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Entrepreneur builds up property improvement company — with plans for more growth

A Scottish business owner moved stateside to start a new dream — buying and building up a company focused on property improvements.

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  • | 6:00 a.m. June 29, 2018
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Lori Sax. John Smyth is the CEO of Above & Beyond Property Improvement.
Lori Sax. John Smyth is the CEO of Above & Beyond Property Improvement.
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From his backyard in Scotland, John Smyth typed the words “Sarasota place to live” into an internet search.

What came up? Lakewood Ranch, a fast-growing, master-planned community in Manatee and Sarasota counties. Smyth was impressed with the vision for the community.

He had been coming to Florida for several years before he decided to move to the Sunshine State from Scotland. Smyth sold his share of an engineering business in Scotland to employees in 2013, and he and his wife, Sharon Smyth, bought a pressure washing and handyman repair company in Bradenton. The business, more recently, has shifted to commercial real estate projects, including self-storage. 

“Customers just want to be treated well, looked after and communicated to, all over the world.” — John Smyth, CEO, Above & Beyond Property Improvement 

Since 2013, the Smyths have grown the company, Above & Beyond Property Improvement, in employee count and revenue. John Smyth now has big plans to expand the geographic range of the company, as well as the types of residential and commercial jobs it does. He also has ambitious plans to continue the growth.

One big goal: reach $10 million in revenue in five years, starting with last year. In 2017, it reached $1.1 million in revenue. This year, the goal is $2 million. “We’re not here to enjoy the lifestyle,” he says. “The lifestyle’s great, but we’re here to work hard.”

For the first 18 months after he bought the business, Smyth says they worked with existing clients. But, he says, it didn’t make sense to continue doing pressure washing and handyman jobs for the amount of money people had been paying. Above & Beyond transitioned into larger painting and flooring jobs and then moved into kitchen and bathroom remodeling.

Today another key line of work is doing finish work on houses that are 90% to 95% complete. Homebuilder Taylor Morrison is a client, and Above & Beyond wants to increase that list.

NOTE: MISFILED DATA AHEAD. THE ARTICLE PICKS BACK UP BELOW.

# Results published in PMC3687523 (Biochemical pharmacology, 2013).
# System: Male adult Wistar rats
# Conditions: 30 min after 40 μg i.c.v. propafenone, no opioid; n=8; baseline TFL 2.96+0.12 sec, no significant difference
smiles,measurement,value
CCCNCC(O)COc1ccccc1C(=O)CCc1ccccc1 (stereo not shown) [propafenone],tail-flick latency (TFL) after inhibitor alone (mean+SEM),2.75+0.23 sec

Commercially, Above & Beyond is high on storage units. Once the shell of a storage building is constructed, it handles the next steps. Those projects, Smyth says, are relatively easy, and with the amount of people moving to the area, he expects more storage units to pop up. “I think diversification is important,” Smyth says of the company’s range of projects.

New clients originate through realtors, builders and networking. “Imagine moving to Glasgow — you have to put yourself out there,” Smyth says. He’s done that through a variety of groups, including the Lakewood Ranch Business Alliance, Master Networks and Gulf Coast Builders Exchange. “People have to get to know you,” he says. “You can’t just sit back and hope that things will happen.”

Above & Beyond does 50% to 60% of its work in Lakewood Ranch. The rest is in Sarasota and Bradenton. Smyth says he’d like to grow into doing work in the surrounding counties, too.

His approach to managing the company puts a big emphasis on quality employees. Above & Beyond has doubled its employee count over the past two years,  to a payroll of 12. But initially the process the company used to hire was fairly basic. Now it has a two or three-step recruitment process. “There are people out there," he says, "You just have to be patient.”

By building a team, Smyth aims to release himself from day-to-day work so he can do more strategic thinking and planning. Smyth, wanting to improve at sales, has worked with area sales trainer Jamie Kane on that part of the business. 

One thing he’s learned is the value of saying “no” sometimes instead of “yes” to potential jobs. “I’m the kind of person who wants to help,” Smyth says. “Now we make sure it’s a good fit.”  

There have been some differences between running a business in Scotland and in the U.S., among them learning about workers’ compensation and licensing. But there are similarities, too. Smyth says, “Customers just want to be treated well, looked after and communicated to, all over the world.”


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